Here are some ways you can save money on long-term care insurance:

Buy a short-term policy. Unless you have chronic health problems or a family history of health issues, you will likely not need a lifetime policy. A recent American Association of Long-Term Care Insurance study showed that only eight percent of Americans needed coverage for more than three years. You can save thousands in premiums if you buy a short-term policy.

Buy early. Long-term insurance premiums go up as you get older, so the younger you are when you purchase your policy, the lower the premiums will be in general. Premiums can rise, however, even if you have a guaranteed renewable policy.

Shared care policy. If you and your spouse both want long-term care insurance, a shared care policy could provide more coverage for less money. A shared care policy gives you a pool of benefits to split with your spouse, so if you buy a 5-year shared policy, you will have a total of 10 years to share. If your spouse needs four years, you will have six years left.

Longer elimination period. Most policies have a 30-90-day waiting period before coverage kicks in. If you choose a longer elimination period, this can lower your premiums.

Daily benefit reduction. Choosing a lower daily benefit will get you lower premiums.

Protection from inflation. Inflation protection is usually recommended for all long-term care insurance policies, and increases the value of your benefit to keep pace with inflation. However, if you are over the age of 62, you can save by choosing simple interest rather than compound interest increases.

If you’d like to learn more about how we can help you with your long-term care and Medicaid planning, please contact us for your free initial consultation at one of our conveniently located offices in Fort Pierce, Stuart, Port St. Lucie, Vero Beach, and Okeechobee.

Financial Pitfalls to Avoid After the Loss of a Spouse

Financial Pitfalls to Avoid After the Loss of a SpouseLosing a spouse is one of life’s most painful events, and can leave a newly widowed person – usually a wife – vulnerable to financial pitfalls. Here are four of the largest financial mistakes to avoid:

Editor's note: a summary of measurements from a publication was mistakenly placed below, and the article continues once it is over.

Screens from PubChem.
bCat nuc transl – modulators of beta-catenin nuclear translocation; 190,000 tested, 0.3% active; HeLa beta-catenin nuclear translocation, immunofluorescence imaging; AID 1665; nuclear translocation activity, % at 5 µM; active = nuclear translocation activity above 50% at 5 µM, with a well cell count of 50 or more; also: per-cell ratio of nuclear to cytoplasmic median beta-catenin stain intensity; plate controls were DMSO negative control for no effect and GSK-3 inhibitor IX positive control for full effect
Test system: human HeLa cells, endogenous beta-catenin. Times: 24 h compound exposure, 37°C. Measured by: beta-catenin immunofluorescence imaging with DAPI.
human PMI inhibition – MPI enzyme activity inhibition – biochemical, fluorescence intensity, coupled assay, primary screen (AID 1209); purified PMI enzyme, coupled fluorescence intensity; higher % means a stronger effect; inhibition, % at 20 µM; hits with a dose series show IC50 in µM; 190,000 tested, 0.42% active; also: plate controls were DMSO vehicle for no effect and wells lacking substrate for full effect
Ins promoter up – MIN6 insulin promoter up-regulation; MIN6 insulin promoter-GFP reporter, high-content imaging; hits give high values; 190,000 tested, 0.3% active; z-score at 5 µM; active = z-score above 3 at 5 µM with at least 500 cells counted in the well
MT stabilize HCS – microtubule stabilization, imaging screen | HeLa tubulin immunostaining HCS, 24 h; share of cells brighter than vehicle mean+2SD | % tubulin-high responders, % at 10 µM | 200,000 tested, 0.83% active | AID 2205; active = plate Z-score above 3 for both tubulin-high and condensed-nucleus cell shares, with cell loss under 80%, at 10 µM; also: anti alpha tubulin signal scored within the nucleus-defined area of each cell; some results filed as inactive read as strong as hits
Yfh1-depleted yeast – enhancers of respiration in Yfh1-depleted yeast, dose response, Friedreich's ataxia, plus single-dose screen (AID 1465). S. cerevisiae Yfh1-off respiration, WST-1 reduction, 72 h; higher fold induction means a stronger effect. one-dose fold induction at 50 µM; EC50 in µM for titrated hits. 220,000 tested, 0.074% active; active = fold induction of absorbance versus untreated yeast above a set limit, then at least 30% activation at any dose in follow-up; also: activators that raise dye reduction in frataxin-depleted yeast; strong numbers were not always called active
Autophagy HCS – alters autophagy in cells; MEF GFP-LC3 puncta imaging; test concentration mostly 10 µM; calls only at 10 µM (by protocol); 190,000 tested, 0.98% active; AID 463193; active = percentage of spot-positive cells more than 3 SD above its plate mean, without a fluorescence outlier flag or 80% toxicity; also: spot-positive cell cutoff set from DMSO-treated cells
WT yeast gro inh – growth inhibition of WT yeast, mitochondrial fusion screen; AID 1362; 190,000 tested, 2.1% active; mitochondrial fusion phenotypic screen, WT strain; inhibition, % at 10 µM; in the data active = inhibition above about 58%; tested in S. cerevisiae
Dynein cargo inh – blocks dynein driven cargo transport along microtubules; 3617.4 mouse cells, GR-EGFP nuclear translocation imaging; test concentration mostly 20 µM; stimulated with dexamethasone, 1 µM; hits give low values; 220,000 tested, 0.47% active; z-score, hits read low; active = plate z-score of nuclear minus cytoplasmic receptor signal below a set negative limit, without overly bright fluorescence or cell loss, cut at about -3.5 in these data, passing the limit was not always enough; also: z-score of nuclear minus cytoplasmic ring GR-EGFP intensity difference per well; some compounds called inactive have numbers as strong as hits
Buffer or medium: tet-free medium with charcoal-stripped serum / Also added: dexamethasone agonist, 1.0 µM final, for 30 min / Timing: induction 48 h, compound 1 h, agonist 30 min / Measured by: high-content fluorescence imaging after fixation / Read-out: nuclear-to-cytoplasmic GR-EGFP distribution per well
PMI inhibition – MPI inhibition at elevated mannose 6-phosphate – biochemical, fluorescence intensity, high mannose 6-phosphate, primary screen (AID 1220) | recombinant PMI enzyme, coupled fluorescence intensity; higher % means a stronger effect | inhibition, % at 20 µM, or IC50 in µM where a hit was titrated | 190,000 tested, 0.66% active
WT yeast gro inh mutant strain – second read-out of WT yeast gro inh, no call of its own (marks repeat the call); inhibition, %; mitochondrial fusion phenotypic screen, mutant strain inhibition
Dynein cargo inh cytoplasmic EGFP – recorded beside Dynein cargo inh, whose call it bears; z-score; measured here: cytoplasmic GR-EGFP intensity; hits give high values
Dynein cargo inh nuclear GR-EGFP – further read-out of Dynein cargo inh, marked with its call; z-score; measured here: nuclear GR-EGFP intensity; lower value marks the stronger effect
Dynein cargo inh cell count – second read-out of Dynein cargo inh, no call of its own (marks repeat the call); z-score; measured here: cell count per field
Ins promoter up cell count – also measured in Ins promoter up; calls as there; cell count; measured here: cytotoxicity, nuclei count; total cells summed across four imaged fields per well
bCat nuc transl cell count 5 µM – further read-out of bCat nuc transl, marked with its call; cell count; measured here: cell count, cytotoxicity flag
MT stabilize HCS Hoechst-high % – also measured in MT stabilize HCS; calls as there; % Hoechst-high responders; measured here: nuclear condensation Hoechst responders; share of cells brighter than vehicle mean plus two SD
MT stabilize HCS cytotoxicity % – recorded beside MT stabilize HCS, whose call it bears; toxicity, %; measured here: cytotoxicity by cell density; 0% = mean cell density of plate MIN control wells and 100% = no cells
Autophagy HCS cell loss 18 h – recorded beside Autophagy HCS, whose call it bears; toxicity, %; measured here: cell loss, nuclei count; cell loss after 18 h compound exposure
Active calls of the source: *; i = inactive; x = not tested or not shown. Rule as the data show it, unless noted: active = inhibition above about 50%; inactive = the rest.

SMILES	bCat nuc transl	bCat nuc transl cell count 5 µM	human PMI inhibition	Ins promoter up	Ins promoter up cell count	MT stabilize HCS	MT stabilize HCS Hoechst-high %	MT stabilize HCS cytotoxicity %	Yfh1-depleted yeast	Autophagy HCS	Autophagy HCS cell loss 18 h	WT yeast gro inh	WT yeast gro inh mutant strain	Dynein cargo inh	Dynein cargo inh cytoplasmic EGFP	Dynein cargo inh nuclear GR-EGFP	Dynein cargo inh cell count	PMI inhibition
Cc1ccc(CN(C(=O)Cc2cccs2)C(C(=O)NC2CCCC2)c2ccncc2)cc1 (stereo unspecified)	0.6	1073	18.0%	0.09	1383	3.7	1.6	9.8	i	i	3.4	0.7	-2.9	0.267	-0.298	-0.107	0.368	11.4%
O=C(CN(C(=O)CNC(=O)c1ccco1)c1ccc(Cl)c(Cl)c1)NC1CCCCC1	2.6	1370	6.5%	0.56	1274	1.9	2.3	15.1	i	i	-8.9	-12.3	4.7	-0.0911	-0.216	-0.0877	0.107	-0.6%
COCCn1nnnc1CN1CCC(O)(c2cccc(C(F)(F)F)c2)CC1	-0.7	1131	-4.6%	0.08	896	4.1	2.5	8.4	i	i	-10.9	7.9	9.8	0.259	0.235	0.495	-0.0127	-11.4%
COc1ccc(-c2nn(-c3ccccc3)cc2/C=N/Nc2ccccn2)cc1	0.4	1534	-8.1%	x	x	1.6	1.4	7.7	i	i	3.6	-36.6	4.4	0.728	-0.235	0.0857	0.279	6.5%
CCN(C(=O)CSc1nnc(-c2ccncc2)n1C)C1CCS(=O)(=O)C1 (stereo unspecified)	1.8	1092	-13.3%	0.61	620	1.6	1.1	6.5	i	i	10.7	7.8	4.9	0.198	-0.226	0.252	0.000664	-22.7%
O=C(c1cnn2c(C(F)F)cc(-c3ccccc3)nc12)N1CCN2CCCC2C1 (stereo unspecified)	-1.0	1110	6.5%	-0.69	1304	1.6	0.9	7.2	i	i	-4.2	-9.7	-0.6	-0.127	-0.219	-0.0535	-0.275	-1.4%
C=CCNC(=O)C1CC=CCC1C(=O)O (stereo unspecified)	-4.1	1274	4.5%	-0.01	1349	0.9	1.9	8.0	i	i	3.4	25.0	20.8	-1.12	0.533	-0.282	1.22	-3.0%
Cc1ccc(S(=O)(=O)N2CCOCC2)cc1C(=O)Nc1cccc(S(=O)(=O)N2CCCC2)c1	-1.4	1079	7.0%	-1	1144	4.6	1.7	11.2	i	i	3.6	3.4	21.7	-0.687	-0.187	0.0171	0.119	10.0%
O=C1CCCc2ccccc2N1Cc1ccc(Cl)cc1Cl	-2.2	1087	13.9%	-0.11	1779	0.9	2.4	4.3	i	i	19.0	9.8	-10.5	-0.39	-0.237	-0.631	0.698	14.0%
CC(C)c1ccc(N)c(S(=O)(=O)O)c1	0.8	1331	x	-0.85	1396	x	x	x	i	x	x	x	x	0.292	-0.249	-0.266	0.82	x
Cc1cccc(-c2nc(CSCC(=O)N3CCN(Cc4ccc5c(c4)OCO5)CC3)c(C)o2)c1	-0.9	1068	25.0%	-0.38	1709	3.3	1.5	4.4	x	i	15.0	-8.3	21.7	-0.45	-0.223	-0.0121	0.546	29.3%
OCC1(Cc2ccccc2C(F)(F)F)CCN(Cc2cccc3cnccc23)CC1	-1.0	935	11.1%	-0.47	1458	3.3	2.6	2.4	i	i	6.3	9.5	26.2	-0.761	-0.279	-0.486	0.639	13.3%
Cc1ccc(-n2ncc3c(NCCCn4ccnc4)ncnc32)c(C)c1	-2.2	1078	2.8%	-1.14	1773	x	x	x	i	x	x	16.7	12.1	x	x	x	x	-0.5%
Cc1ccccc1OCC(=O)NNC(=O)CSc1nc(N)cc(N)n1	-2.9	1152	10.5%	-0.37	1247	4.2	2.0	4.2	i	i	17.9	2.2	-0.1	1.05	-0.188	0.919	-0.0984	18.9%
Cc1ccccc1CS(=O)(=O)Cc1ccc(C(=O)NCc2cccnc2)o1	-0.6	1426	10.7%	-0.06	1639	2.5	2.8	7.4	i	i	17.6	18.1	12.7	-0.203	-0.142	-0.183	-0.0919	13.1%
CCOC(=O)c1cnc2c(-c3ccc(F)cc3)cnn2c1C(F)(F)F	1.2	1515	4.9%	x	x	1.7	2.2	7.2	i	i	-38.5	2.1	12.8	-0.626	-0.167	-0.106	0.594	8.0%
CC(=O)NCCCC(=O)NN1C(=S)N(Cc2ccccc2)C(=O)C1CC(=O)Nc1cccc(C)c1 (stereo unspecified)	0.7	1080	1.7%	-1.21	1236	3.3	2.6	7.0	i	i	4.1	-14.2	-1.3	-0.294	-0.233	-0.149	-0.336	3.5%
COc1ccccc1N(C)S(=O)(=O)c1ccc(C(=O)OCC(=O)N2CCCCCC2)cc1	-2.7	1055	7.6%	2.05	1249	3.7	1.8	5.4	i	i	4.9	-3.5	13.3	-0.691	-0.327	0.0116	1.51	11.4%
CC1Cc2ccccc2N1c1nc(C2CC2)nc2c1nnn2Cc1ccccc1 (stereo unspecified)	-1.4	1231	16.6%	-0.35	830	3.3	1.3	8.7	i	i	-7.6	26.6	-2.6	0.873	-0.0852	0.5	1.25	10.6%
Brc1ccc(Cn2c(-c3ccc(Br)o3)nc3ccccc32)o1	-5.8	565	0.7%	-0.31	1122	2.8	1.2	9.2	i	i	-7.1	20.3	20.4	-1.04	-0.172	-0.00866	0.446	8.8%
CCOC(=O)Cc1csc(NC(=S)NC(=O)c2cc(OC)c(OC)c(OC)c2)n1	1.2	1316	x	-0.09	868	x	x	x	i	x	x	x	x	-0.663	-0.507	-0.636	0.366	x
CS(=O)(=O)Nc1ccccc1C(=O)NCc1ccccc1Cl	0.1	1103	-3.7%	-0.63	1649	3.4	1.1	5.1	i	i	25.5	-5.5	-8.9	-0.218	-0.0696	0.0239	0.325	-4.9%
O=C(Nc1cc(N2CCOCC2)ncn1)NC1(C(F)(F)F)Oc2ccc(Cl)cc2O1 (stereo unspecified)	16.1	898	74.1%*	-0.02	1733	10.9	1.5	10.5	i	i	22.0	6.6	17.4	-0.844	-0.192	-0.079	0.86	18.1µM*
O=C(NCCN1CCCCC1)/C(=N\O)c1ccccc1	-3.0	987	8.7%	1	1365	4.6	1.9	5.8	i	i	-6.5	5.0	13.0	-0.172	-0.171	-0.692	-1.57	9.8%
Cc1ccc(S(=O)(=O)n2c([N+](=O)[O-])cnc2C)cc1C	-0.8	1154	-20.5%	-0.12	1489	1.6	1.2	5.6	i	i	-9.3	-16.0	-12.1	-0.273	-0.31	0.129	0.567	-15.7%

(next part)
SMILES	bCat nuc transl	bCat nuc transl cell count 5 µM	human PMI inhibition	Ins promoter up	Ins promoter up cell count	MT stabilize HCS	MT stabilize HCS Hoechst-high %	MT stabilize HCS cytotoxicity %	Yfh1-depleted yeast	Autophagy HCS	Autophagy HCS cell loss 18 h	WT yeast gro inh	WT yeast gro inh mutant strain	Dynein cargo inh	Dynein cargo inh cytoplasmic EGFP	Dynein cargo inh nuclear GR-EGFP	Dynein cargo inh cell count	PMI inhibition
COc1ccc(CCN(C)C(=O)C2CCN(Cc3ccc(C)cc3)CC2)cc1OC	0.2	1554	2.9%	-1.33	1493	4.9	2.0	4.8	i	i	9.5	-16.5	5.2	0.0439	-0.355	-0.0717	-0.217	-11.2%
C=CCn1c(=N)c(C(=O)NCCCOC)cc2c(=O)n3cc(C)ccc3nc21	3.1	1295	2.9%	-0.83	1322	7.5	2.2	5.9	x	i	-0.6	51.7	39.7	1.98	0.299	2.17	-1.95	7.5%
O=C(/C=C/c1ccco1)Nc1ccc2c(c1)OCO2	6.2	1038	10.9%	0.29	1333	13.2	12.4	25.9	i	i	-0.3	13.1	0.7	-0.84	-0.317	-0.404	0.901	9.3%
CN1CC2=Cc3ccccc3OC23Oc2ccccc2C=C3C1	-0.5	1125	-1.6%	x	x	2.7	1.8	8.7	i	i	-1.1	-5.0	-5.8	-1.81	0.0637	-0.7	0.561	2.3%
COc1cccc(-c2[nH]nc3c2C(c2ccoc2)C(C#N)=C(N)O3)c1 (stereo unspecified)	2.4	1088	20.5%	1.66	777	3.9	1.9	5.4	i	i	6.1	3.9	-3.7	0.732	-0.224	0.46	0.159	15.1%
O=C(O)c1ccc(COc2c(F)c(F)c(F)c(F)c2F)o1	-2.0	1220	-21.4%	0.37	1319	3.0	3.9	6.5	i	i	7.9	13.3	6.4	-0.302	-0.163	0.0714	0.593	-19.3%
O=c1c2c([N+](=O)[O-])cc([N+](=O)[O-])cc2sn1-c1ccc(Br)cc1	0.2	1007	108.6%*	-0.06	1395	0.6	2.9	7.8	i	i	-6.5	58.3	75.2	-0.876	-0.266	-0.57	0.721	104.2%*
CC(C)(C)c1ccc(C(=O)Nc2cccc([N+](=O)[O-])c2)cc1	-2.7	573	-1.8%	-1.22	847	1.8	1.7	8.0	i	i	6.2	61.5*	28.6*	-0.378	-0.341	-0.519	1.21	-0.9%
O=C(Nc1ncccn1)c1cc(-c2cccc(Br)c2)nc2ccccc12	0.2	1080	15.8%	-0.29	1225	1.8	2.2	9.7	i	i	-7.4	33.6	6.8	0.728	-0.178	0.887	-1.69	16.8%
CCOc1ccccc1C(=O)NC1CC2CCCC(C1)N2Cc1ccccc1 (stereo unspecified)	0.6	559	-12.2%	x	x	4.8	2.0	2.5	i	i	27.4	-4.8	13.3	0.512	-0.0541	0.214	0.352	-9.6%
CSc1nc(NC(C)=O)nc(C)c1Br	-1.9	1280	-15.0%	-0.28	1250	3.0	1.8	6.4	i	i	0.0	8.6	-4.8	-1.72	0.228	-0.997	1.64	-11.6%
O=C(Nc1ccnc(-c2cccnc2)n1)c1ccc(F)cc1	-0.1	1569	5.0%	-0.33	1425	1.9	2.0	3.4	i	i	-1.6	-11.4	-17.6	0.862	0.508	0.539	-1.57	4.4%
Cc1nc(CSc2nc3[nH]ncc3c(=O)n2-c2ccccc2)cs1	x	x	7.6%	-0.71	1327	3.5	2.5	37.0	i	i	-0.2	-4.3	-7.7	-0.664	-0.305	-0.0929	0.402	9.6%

Hasty financial decisions. While there are some financial tasks that will need to be attended to in the first few weeks – paying bills, collecting life insurance, etc. – most things can wait a little longer, when you are in a better frame of mind.   Unfortunately, many newly widowed people fall victim to annuity or other investment pitchmen. Before you make any financial decision, you should obtain the counsel of at least three other professional financial advisors.

Home base. Making long-term decisions about your home – like whether or not to pay off the mortgage – should not be made right away. This decision should be a practical one, not an emotional one, so save it for when the emotions are not so raw.

Lending money. Unfortunately, losing a spouse sometimes becomes an event that triggers a lot of money requests from relatives. If you find it hard to say no, enlist the help of an accountant or your estate planning attorney.

Ghost investing. Sometimes a newly widowed person wishes to honor their spouse by continuing to follow their investment wishes. This can be harmful in the long term, since circumstances change and the investment vehicles you previously invested in as a couple may not be the best ones for you alone in the long term.

With the proper guidance, you can protect your finances and spare your loved ones the frustration of having to make costly and difficult decisions.  Contact us for your free initial consultation at one of our conveniently located offices in Fort Pierce, Stuart, Port St. Lucie, Vero Beach, and Okeechobee.